The Limitations of Transsubstantive Procedure: An Essay on Adjusting the 'One Size Fits All' Assumption

16 Pages Posted: 31 May 2012 Last revised: 15 Jun 2012

See all articles by Stephen Subrin

Stephen Subrin

Northeastern University - School of Law

Date Written: 2010

Abstract

In this Essay, I explain both the nineteenth and twentieth century decisions to adopt transsubstantive procedure, borrowing from equity as the model. I then discuss the strengths and weaknesses of the transsubstantive/equity decision, and why, on balance, I think the combined decision needs readjustment. I end with suggestions for change, including a simpler procedural track for some cases and non-binding protocols for discovery and other procedural incidents for some of the more expansive and expensive case-types.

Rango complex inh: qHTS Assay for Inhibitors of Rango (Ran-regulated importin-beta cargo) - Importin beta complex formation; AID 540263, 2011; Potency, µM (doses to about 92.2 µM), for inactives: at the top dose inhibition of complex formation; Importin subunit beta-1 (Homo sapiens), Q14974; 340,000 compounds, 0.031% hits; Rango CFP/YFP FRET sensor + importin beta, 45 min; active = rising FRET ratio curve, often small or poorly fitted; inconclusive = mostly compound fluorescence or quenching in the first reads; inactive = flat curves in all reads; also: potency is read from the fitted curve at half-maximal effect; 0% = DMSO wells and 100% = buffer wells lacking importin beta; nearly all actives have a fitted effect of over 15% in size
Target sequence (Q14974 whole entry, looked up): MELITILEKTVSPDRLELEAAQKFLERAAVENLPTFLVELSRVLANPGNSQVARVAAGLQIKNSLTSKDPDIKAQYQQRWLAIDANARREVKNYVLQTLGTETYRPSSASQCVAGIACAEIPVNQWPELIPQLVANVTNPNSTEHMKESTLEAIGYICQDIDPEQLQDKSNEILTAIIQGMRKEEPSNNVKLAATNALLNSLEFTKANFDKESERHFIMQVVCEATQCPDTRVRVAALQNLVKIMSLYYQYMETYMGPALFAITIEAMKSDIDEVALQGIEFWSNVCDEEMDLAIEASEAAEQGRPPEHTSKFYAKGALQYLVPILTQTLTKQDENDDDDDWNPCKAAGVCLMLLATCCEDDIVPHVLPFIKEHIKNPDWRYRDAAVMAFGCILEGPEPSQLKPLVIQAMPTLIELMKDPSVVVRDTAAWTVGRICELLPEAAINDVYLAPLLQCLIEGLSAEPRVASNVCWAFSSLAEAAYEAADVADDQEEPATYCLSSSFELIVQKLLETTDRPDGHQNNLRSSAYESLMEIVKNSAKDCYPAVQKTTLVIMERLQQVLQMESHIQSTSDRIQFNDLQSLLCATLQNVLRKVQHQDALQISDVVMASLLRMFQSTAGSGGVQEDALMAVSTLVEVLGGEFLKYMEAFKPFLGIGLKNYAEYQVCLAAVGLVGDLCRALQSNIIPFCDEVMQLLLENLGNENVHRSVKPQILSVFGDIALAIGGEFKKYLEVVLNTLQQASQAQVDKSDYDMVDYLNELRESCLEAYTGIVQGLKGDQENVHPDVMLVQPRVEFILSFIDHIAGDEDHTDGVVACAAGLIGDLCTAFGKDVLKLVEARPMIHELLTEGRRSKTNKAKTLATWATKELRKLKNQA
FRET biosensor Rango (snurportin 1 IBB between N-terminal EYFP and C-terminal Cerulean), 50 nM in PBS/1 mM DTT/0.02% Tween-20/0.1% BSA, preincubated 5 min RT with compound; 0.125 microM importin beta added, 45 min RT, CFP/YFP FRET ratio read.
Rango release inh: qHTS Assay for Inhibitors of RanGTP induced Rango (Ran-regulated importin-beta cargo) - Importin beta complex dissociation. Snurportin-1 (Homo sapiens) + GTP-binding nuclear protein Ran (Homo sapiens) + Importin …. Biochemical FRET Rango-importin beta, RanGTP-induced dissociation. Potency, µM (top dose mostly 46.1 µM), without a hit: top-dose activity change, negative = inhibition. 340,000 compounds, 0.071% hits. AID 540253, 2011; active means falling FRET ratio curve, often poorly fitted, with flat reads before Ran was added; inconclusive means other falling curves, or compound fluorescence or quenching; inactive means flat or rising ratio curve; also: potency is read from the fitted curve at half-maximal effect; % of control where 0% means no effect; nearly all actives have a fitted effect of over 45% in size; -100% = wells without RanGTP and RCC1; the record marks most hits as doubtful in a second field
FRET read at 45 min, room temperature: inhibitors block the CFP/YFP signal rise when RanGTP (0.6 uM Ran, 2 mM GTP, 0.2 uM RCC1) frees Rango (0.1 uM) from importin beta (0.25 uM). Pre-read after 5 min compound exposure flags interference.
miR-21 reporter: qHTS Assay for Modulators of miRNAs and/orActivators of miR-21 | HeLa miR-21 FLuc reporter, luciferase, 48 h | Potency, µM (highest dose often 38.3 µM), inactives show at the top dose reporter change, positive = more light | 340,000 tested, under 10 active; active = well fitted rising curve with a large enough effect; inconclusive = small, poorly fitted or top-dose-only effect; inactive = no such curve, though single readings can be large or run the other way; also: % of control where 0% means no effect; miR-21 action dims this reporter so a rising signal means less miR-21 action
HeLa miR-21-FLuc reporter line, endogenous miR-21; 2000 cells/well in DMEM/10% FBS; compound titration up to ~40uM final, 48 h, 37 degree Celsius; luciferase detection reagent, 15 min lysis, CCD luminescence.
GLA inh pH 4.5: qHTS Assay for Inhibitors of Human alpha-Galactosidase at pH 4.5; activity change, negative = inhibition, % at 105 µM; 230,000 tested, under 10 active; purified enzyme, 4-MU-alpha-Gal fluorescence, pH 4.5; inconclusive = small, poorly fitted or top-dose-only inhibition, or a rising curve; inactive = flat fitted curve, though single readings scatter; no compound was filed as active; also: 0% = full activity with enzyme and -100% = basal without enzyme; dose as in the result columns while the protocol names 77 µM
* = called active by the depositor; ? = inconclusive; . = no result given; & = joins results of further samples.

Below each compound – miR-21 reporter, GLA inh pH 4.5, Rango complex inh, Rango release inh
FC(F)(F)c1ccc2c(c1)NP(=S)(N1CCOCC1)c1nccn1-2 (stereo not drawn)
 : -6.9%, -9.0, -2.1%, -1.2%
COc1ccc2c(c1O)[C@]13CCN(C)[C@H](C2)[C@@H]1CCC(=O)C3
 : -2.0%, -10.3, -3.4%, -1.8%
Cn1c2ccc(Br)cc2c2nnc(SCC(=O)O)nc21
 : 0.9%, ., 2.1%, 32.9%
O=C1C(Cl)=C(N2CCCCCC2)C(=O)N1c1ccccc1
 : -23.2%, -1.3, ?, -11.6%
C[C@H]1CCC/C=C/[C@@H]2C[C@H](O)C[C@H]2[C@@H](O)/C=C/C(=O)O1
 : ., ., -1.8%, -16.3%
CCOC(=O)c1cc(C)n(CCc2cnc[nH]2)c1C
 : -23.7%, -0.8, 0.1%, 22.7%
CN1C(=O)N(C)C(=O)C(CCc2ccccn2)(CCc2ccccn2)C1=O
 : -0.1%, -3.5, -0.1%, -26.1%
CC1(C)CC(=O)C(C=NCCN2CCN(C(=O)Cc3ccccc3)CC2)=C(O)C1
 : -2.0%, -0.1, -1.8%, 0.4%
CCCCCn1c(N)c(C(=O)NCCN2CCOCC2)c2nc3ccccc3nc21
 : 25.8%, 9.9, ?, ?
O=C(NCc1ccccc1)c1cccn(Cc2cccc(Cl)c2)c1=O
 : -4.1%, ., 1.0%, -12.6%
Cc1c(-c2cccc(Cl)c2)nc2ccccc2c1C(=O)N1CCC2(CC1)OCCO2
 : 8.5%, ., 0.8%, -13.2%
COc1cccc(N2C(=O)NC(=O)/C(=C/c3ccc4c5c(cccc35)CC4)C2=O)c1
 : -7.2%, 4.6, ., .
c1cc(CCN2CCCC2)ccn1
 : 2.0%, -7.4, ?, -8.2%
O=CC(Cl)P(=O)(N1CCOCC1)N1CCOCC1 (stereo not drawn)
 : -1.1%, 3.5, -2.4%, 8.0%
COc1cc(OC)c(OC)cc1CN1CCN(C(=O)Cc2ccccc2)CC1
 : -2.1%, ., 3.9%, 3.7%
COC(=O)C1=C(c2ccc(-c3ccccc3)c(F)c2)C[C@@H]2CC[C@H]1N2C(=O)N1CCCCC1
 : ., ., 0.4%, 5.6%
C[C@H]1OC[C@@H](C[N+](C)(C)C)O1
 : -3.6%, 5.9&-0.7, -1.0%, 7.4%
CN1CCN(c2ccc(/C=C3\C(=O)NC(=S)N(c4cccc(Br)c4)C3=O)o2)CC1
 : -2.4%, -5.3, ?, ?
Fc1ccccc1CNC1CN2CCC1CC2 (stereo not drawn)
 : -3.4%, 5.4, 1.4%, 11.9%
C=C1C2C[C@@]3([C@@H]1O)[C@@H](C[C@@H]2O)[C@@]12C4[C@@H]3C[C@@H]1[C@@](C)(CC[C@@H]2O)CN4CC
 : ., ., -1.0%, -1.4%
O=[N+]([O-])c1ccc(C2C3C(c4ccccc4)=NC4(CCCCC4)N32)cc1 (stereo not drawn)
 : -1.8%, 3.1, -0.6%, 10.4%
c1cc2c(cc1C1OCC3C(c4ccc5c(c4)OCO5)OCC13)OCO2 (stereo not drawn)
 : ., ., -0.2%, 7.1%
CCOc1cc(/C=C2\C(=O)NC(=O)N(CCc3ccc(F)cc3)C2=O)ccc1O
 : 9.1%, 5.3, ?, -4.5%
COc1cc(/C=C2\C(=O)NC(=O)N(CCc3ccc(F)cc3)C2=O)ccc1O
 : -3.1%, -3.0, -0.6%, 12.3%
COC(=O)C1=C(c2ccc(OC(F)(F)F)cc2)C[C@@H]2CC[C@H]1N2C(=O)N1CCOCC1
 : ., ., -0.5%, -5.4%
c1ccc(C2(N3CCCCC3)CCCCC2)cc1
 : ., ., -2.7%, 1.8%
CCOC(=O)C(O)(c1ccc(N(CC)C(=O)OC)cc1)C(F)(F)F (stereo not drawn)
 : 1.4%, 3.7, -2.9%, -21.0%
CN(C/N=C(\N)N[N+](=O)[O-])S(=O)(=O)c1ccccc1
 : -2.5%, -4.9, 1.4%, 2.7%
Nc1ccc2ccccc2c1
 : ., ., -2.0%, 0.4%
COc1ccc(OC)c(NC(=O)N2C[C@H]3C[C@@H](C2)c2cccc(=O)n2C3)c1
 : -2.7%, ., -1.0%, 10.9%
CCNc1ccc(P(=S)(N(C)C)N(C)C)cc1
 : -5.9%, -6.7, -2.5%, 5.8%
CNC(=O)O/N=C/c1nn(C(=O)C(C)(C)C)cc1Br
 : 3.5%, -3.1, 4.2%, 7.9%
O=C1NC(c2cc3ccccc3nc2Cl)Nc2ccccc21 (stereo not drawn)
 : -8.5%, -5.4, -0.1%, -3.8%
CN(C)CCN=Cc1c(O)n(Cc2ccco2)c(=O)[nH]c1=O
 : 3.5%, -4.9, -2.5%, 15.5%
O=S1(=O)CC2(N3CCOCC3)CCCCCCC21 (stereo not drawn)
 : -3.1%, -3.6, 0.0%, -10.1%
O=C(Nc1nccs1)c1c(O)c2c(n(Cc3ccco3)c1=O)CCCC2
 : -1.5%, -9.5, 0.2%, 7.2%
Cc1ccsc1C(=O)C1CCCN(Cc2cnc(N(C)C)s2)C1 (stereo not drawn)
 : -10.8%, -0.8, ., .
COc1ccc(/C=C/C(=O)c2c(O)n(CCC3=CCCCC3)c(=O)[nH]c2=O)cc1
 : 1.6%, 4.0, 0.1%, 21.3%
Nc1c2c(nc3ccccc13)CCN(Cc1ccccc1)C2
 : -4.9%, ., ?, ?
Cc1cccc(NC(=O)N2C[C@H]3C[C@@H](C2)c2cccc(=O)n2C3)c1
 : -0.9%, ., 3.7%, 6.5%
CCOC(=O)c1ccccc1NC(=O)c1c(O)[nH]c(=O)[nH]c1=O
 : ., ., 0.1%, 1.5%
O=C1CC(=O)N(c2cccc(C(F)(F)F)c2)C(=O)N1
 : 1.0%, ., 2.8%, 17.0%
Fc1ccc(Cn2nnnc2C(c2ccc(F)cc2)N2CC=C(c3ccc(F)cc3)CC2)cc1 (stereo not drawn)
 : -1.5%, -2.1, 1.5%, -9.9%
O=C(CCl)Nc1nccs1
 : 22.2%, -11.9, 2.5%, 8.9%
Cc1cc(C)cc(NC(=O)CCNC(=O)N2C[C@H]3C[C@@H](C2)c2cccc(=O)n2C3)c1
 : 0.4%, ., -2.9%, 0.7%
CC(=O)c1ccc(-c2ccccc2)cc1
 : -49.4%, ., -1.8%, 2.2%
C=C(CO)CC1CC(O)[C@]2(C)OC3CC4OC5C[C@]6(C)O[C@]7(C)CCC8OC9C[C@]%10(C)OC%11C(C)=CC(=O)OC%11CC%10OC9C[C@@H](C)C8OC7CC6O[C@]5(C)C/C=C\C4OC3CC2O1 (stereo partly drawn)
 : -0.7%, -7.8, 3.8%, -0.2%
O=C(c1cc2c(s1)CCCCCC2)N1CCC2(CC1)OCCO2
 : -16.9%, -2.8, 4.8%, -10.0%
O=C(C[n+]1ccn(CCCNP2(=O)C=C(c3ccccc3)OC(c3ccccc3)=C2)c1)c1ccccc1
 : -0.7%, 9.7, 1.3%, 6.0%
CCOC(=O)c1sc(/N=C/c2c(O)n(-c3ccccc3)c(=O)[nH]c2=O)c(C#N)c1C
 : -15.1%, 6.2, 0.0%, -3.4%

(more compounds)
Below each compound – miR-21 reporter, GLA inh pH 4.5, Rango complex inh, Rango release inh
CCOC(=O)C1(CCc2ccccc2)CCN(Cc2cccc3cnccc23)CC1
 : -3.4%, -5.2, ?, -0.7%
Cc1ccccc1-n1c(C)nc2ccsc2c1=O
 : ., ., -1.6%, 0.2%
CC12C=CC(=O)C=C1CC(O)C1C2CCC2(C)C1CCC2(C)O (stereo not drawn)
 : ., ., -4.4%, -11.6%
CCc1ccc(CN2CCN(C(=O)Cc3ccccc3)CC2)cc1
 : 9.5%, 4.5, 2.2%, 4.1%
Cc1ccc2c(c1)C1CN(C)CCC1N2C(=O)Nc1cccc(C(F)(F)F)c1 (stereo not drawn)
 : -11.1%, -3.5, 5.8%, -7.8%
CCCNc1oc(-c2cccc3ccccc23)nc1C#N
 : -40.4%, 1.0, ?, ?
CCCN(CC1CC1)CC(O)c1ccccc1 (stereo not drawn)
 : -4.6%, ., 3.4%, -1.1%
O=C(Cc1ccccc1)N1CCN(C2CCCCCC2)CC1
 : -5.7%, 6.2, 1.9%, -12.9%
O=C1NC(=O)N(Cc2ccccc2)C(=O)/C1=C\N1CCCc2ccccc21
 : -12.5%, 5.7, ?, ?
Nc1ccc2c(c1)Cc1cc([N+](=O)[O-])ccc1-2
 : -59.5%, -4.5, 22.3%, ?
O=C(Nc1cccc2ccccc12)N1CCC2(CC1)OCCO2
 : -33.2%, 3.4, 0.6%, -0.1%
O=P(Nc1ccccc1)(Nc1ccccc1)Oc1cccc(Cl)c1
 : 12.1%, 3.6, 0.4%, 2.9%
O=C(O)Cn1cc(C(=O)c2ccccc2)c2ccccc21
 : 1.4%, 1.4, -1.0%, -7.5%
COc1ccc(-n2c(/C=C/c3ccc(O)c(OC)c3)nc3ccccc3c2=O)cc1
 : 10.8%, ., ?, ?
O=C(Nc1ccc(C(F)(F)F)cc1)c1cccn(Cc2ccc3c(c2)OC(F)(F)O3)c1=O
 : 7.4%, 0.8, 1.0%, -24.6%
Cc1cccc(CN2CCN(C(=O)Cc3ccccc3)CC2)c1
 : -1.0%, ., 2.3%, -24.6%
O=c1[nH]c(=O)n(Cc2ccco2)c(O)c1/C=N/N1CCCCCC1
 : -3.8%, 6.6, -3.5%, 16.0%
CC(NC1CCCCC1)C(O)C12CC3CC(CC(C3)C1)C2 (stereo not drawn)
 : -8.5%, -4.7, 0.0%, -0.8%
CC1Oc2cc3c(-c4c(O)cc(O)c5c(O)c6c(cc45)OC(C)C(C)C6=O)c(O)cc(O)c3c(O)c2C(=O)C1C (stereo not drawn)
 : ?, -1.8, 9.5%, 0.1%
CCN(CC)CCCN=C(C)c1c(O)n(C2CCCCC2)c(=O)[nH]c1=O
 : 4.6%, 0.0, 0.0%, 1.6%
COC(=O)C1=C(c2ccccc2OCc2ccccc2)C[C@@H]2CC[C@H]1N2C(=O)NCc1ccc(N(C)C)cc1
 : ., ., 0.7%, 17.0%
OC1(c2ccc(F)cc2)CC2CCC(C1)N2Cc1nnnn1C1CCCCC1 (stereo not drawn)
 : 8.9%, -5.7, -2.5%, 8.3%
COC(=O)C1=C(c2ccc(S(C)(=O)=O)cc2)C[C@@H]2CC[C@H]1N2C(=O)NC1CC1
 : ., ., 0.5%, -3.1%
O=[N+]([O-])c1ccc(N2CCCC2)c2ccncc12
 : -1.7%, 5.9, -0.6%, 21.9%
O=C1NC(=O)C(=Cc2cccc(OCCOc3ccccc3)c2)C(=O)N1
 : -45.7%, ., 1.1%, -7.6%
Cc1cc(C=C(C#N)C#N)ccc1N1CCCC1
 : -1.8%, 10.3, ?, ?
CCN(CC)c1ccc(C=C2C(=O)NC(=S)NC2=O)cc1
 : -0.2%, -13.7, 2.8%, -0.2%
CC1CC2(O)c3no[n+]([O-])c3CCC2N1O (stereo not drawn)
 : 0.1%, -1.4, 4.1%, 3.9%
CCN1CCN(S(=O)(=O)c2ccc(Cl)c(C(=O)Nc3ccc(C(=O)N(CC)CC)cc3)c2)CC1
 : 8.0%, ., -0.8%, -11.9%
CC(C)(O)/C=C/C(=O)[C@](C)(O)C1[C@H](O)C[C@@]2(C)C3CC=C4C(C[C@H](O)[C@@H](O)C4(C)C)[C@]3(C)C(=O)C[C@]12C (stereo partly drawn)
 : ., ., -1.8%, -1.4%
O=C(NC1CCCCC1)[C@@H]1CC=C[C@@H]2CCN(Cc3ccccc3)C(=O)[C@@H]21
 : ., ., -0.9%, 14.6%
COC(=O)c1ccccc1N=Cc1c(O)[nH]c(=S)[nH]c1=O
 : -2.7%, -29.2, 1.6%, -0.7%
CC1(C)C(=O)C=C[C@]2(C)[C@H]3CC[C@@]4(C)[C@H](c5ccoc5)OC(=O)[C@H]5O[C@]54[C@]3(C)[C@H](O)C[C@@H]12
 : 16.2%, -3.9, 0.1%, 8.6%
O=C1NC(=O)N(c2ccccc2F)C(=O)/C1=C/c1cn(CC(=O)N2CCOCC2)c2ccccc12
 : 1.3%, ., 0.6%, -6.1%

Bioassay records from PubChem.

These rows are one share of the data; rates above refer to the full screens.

Suggested Citation

Subrin, Stephen, The Limitations of Transsubstantive Procedure: An Essay on Adjusting the 'One Size Fits All' Assumption (2010). Denver University Law Review, Vol. 87, No. 2, pp. 377-406, 2010, Northeastern University School of Law Research Paper , Available at SSRN: https://ssrn.com/abstract=2071327

Stephen Subrin (Contact Author)

Northeastern University - School of Law ( email )

416 Huntington Avenue
Boston, MA 02115
United States

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